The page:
November 14, 2011
For immediate release
Transient Workers Count Too (TWC2) applauds Minister of State for Manpower Tan Chuan-jin’s personal involvement in raids conducted against substandard accommodation for foreign workers (Straits Times, 11 November 2011: Minister leads checks on workers’ dorms, by Kezia Toh), as a welcome sign of greater governmental attention to the issue of how migrant workers are treated in Singapore.
TWC2 is also encouraged by the minister’s recognition that workers’ fears of losing their jobs and being sent home after having paid a large sum to secure placement is the lever some employers use to extract acquiescence from low-wage workers to inhuman conditions. This compelled acquiescence is not just over housing, but frequently over unpaid salaries, illegal deductions and working hours that stretch beyond the legal maximum.
While raids will make more employers take notice, TWC2 urges the Ministry of Manpower (MOM) to address the root cause of the problem: that of giving employers total freedom to terminate Work Permits, ease of getting new Work Permits to replace those sent home, and the use of repatriation agents who often detain and confine workers against their will. Employers wielding the power of life and economic death over their workers will always be tempted to exploit. TWC2 has provided MOM with suggestions for a more equitable system. These include making transfer to other employers when their original employers say they have no work for them the default option, rather than sending them home. TWC2 will be happy to engage in further dialogue to refine proposals.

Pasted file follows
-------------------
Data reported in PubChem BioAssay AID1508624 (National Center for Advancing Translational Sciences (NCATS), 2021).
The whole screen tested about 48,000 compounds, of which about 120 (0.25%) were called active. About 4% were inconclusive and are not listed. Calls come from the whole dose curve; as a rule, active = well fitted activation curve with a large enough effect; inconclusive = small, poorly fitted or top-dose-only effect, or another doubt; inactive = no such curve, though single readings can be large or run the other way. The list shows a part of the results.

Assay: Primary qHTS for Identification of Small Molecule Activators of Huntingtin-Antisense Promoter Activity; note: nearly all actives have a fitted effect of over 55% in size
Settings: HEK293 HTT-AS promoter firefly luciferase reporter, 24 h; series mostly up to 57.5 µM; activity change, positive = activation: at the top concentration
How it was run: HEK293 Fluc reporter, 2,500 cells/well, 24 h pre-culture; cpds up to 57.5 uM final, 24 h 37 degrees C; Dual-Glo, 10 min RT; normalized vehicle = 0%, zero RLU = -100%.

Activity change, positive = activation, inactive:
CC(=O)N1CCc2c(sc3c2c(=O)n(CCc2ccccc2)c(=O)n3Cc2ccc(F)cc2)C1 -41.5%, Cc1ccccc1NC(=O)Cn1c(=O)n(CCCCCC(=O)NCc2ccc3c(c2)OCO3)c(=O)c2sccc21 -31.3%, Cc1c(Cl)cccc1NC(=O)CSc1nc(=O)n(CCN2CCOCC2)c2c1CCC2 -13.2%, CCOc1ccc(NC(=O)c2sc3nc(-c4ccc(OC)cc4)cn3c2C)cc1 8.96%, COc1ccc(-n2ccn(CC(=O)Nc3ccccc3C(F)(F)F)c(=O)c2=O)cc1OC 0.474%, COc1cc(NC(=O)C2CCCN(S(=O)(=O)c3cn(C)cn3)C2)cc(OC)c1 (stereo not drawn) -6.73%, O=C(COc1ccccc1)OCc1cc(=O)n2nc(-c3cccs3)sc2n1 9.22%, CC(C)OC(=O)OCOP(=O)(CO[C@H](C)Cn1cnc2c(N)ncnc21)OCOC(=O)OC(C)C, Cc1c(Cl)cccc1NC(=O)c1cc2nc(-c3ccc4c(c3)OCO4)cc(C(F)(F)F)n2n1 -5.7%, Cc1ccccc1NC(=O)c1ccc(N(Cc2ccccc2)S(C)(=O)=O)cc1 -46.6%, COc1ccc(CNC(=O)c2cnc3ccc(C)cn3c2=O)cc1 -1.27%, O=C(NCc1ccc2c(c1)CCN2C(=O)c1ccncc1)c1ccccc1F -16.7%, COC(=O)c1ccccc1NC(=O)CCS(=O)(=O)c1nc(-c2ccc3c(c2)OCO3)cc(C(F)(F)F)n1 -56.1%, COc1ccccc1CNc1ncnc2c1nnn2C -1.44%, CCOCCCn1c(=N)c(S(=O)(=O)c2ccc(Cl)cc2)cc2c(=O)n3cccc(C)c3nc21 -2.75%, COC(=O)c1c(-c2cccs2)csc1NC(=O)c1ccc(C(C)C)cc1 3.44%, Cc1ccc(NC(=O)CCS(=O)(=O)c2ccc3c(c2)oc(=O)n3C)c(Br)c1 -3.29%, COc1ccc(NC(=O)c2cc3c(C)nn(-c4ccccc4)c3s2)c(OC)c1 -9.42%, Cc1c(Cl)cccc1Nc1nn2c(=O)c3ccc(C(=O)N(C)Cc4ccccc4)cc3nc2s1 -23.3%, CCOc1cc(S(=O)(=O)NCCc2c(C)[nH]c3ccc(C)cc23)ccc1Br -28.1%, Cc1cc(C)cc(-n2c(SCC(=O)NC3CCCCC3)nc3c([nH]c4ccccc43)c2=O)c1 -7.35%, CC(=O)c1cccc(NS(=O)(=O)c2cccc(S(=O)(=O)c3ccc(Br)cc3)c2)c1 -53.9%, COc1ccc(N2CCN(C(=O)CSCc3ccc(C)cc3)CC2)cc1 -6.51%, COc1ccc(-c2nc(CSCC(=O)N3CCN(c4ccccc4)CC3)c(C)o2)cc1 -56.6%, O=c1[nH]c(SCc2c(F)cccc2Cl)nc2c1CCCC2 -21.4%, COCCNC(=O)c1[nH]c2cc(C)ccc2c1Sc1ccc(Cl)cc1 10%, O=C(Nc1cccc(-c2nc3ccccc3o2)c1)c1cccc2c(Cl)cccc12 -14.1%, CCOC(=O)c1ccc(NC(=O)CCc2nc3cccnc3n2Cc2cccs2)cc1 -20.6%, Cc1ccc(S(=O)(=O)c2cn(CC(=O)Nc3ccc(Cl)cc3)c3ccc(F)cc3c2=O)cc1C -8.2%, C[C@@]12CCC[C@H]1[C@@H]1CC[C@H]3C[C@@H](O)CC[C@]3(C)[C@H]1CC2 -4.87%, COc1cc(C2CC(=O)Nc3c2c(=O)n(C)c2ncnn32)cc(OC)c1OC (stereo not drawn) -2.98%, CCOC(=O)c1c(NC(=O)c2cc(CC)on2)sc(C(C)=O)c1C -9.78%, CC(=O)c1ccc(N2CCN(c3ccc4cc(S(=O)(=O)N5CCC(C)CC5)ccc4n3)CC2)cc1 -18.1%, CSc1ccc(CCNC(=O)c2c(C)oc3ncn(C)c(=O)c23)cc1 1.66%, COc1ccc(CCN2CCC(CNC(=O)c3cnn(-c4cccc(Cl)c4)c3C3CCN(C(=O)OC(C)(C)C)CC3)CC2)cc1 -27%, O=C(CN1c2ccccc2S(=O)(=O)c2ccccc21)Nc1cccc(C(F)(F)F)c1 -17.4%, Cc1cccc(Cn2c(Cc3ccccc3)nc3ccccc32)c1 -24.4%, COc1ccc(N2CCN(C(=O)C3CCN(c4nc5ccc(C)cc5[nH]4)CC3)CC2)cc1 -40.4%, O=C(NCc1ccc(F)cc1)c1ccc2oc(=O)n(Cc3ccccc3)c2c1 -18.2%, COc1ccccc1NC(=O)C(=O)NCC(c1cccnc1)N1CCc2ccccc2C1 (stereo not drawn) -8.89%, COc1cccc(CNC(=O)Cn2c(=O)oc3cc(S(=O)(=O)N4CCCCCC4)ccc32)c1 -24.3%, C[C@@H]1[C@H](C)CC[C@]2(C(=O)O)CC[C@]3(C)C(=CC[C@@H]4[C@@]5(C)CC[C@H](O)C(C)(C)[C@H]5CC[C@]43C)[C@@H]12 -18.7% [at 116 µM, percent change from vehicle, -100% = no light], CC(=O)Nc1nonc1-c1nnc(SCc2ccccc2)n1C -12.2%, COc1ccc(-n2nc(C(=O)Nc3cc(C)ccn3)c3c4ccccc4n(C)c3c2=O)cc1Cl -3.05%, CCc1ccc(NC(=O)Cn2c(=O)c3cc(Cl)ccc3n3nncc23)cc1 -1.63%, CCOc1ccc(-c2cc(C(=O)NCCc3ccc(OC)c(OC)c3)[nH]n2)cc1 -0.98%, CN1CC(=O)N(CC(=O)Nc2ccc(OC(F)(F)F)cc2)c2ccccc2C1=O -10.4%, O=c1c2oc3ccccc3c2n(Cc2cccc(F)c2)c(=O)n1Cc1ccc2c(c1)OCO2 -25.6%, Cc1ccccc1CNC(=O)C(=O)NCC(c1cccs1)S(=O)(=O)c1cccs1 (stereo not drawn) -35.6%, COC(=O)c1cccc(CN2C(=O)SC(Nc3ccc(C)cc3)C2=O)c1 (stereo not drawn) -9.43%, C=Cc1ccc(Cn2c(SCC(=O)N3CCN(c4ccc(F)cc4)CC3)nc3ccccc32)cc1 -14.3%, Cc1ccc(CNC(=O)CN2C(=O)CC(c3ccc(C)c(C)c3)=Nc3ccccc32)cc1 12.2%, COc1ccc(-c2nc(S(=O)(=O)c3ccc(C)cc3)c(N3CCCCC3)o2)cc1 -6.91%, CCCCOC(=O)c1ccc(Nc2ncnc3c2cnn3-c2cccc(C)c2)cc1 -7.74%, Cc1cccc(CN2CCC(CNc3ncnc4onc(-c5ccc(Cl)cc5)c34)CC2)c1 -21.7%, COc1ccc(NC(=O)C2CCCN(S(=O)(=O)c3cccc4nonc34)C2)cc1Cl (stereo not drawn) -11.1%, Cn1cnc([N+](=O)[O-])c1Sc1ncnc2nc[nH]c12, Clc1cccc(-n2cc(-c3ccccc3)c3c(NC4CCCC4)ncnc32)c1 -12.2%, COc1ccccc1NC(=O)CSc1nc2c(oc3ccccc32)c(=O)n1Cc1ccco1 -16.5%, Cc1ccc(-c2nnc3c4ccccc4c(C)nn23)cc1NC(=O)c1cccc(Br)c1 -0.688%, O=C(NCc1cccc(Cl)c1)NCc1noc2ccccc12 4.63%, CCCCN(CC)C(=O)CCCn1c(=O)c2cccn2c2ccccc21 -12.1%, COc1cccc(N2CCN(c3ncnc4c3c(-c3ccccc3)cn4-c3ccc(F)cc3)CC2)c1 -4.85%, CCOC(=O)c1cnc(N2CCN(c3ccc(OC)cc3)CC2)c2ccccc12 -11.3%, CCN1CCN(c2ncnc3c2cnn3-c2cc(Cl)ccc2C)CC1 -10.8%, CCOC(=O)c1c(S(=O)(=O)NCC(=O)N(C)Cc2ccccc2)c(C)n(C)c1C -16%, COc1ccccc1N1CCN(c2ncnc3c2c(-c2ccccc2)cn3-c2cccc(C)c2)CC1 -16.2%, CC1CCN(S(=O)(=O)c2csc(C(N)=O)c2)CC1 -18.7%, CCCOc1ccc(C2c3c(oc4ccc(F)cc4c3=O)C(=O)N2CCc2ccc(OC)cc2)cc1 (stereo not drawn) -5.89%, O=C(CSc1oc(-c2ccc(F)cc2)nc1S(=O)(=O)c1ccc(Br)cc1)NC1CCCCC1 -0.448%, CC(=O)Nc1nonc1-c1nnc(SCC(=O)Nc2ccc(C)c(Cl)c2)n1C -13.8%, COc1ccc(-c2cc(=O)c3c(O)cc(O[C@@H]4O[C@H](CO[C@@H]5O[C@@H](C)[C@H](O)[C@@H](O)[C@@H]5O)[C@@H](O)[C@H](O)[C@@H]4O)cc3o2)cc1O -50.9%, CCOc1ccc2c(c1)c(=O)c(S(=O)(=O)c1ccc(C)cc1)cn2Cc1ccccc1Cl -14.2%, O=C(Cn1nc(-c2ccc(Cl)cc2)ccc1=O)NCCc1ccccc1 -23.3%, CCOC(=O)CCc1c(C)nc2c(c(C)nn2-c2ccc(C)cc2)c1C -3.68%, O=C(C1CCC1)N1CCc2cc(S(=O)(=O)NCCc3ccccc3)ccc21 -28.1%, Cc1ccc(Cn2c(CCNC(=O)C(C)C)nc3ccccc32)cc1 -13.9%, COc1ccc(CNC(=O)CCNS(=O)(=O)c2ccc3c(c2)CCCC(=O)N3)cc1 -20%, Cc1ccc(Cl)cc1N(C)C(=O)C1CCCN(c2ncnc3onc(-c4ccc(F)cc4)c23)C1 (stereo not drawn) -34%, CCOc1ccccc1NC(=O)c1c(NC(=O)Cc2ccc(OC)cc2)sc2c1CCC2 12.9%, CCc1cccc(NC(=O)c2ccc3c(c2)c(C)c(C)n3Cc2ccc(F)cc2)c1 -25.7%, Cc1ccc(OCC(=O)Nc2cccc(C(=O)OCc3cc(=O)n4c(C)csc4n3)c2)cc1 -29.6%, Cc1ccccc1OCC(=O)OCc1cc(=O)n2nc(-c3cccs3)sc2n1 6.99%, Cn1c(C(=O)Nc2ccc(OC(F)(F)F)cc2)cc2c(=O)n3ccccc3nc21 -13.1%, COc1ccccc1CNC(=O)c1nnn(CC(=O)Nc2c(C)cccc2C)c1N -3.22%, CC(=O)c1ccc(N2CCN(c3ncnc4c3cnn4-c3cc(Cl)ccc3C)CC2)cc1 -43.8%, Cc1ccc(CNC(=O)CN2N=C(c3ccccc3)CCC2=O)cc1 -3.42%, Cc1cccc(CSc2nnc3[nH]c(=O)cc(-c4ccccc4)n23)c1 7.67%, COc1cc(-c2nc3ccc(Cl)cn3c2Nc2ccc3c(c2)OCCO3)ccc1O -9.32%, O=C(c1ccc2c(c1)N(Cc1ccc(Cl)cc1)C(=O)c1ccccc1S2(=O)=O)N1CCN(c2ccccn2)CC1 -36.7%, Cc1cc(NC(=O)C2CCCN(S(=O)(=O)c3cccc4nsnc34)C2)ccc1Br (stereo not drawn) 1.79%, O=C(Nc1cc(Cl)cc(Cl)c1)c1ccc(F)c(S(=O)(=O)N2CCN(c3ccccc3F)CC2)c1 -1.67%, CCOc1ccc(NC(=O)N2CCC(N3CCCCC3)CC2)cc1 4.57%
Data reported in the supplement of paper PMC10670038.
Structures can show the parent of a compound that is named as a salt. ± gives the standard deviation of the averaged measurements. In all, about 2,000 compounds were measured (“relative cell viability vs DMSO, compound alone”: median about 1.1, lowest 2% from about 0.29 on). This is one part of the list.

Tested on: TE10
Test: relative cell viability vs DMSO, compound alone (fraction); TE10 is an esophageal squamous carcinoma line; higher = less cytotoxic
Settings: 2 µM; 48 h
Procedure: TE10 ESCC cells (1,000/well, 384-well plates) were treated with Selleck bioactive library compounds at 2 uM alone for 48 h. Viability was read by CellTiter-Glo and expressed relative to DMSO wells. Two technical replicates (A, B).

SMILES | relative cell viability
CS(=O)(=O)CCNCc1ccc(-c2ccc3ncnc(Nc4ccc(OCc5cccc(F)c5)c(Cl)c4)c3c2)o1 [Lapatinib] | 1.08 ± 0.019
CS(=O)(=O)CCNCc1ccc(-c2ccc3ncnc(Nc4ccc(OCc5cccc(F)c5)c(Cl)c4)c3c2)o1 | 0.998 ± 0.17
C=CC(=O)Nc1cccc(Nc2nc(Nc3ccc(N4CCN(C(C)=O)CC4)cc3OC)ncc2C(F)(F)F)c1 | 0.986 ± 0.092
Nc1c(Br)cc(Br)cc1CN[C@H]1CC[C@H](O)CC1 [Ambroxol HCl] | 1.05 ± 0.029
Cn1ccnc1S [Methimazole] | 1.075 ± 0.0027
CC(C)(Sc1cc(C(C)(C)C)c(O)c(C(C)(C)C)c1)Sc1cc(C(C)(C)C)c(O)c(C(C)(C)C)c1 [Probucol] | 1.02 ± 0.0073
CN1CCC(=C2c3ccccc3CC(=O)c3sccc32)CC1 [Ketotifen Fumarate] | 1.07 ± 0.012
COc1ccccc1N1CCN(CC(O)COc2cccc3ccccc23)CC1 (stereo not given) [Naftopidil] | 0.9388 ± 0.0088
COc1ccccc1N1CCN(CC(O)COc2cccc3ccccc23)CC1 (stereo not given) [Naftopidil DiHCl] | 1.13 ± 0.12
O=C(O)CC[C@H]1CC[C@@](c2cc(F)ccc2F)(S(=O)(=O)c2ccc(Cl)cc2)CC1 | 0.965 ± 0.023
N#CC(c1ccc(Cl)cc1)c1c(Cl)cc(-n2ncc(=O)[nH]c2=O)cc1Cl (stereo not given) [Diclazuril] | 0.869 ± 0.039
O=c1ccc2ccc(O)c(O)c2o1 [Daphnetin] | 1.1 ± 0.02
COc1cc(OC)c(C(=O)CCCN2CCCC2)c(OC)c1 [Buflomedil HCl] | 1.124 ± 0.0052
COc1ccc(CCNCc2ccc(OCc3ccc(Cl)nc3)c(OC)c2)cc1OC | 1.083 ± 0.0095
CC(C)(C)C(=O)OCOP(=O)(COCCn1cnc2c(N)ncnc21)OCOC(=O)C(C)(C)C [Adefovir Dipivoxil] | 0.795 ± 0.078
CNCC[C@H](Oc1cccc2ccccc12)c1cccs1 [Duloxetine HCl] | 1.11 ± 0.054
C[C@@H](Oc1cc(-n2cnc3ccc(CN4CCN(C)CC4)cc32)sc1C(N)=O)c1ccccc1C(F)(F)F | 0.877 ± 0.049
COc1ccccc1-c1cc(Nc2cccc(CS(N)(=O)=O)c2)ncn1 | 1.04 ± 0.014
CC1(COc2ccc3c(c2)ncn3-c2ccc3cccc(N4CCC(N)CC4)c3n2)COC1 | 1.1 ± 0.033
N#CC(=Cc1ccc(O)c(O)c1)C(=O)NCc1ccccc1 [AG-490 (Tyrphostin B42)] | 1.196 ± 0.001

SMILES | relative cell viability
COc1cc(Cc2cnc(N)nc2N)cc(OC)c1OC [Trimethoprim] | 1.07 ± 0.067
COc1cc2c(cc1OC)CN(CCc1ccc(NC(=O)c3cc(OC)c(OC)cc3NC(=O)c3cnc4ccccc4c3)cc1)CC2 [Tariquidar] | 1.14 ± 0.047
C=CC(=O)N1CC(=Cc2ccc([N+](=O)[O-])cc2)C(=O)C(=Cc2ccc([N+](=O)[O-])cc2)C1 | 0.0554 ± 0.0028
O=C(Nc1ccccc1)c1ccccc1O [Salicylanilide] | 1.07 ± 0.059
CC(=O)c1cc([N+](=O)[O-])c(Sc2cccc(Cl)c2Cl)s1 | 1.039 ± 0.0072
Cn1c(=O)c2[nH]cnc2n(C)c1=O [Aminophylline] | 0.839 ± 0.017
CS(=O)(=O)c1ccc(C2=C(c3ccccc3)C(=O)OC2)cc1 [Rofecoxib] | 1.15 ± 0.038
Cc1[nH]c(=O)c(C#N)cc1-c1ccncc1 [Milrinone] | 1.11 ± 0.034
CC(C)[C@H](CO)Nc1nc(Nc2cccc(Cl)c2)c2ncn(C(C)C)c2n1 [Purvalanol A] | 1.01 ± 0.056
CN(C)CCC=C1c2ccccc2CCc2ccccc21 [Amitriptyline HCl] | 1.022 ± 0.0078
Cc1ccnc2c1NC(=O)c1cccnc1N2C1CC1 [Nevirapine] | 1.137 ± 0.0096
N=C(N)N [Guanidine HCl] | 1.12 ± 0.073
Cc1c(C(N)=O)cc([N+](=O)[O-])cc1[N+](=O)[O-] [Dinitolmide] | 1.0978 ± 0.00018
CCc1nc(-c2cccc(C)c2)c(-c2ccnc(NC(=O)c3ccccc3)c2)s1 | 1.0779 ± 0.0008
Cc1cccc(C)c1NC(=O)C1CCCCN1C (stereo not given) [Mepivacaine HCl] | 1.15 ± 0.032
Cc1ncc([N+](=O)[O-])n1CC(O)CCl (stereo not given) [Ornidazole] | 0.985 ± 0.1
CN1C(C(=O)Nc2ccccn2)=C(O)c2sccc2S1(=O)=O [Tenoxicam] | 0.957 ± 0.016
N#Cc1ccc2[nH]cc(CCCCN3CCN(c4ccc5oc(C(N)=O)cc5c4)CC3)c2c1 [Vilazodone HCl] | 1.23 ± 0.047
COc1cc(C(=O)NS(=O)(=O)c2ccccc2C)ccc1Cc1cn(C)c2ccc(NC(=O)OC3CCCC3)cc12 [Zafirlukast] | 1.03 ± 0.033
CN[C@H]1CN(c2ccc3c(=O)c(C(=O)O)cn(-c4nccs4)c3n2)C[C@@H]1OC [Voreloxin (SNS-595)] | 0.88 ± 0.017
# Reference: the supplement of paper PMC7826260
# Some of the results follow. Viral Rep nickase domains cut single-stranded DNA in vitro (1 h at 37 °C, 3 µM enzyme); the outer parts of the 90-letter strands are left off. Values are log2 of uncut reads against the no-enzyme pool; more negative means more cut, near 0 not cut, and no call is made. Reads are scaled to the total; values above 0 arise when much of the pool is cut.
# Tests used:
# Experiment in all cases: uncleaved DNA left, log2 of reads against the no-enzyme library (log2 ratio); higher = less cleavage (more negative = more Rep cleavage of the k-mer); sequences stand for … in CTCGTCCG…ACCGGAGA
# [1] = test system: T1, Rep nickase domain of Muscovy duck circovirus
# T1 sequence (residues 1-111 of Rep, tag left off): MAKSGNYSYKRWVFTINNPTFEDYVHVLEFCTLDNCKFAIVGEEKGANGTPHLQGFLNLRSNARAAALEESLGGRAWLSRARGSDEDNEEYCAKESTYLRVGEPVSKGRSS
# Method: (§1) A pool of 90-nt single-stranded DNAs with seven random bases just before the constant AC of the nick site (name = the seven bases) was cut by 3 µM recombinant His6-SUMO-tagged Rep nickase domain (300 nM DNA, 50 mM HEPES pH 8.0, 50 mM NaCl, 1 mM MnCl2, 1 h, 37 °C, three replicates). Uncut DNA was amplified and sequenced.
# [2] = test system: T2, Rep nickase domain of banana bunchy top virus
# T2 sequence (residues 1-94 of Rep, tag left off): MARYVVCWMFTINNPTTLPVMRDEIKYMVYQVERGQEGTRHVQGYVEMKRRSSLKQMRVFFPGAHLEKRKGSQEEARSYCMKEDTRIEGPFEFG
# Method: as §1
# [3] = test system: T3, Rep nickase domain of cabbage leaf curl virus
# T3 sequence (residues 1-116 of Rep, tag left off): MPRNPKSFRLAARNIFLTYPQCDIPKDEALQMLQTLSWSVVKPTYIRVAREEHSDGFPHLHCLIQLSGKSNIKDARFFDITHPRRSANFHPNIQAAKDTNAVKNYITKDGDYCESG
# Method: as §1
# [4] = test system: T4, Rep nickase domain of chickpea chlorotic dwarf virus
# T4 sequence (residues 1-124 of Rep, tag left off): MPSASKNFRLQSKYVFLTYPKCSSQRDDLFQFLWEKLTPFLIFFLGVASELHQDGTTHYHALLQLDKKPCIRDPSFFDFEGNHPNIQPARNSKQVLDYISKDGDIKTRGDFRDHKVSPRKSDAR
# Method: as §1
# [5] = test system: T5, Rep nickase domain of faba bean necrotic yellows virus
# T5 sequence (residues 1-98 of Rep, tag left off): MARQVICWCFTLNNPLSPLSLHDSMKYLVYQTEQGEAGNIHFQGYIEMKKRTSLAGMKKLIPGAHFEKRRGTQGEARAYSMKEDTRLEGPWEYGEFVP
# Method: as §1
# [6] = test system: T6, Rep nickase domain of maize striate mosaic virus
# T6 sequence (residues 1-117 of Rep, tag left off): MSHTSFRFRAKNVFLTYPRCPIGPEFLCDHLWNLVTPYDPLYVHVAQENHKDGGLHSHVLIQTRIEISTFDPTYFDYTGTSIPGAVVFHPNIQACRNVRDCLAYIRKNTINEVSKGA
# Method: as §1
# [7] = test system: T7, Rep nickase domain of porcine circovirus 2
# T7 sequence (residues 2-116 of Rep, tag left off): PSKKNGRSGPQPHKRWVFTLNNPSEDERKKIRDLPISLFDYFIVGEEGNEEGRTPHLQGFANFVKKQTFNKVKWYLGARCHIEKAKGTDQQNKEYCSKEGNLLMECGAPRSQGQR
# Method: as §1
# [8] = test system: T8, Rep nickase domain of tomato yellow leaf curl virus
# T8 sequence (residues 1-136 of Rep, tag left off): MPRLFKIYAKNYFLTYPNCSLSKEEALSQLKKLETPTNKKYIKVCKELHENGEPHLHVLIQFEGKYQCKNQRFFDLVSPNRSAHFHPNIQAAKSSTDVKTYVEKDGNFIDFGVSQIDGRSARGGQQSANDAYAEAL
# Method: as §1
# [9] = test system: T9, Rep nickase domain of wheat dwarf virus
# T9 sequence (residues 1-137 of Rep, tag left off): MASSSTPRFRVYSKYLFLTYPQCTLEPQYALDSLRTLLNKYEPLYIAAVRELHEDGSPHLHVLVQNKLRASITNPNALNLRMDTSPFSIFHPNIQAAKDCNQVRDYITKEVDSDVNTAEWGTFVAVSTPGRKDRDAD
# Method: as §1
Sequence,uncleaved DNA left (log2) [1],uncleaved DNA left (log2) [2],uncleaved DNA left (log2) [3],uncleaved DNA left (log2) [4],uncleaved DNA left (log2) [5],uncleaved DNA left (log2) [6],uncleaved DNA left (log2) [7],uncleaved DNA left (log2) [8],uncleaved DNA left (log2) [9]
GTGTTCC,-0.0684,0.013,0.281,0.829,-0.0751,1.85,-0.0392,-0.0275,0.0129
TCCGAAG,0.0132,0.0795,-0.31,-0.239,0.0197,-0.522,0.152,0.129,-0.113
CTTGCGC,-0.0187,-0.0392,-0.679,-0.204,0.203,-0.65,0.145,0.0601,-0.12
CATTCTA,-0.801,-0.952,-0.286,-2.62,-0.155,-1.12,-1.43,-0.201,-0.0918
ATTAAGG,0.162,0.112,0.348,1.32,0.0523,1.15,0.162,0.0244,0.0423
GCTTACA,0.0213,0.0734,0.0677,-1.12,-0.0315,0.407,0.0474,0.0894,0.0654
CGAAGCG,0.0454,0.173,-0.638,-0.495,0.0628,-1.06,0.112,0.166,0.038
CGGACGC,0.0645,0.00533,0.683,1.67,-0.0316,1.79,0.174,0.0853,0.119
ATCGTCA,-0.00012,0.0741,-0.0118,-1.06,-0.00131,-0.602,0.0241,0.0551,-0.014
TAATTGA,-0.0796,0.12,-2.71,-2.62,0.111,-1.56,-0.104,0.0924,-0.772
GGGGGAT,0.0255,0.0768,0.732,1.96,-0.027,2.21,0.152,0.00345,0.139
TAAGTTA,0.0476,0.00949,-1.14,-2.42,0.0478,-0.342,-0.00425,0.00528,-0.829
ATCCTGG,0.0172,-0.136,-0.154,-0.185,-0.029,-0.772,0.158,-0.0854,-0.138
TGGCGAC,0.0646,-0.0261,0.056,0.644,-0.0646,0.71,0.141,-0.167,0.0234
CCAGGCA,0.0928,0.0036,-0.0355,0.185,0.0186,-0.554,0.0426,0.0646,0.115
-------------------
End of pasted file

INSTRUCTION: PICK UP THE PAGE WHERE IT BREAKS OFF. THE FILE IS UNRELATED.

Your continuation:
Said Russell Heng, President of TWC2: “I believe MOM will recognise that TWC2’s suggestions dovetail with over-arching national priorities that include investing in and upskilling migrant workers, and reducing social friction between Singaporeans and foreigners.”
Even as MOM accelerates the building of more dormitories that meet licence standards, TWC2 is concerned that these may not serve the needs of a significant minority of workers: those who are abandoned by or in dispute with their employers. Debbie Fordyce, executive committee member of TWC2 explains: “Once conflict has developed between employer and employee, it is in practice very difficult for the employee to continue staying in company dormitories, especially as burly repatriation agents can come for them in the middle of the night.
“The problem is especially acute for workers who are injured. They may have a problem negotiating the stairs, they may need help getting to the toilet, and they certainly need a hygienic environment so that their wounds do not get infected. Building dormitories for able-bodied workers in employment is important and appreciated, but there is an even more vulnerable group right here who need attention.”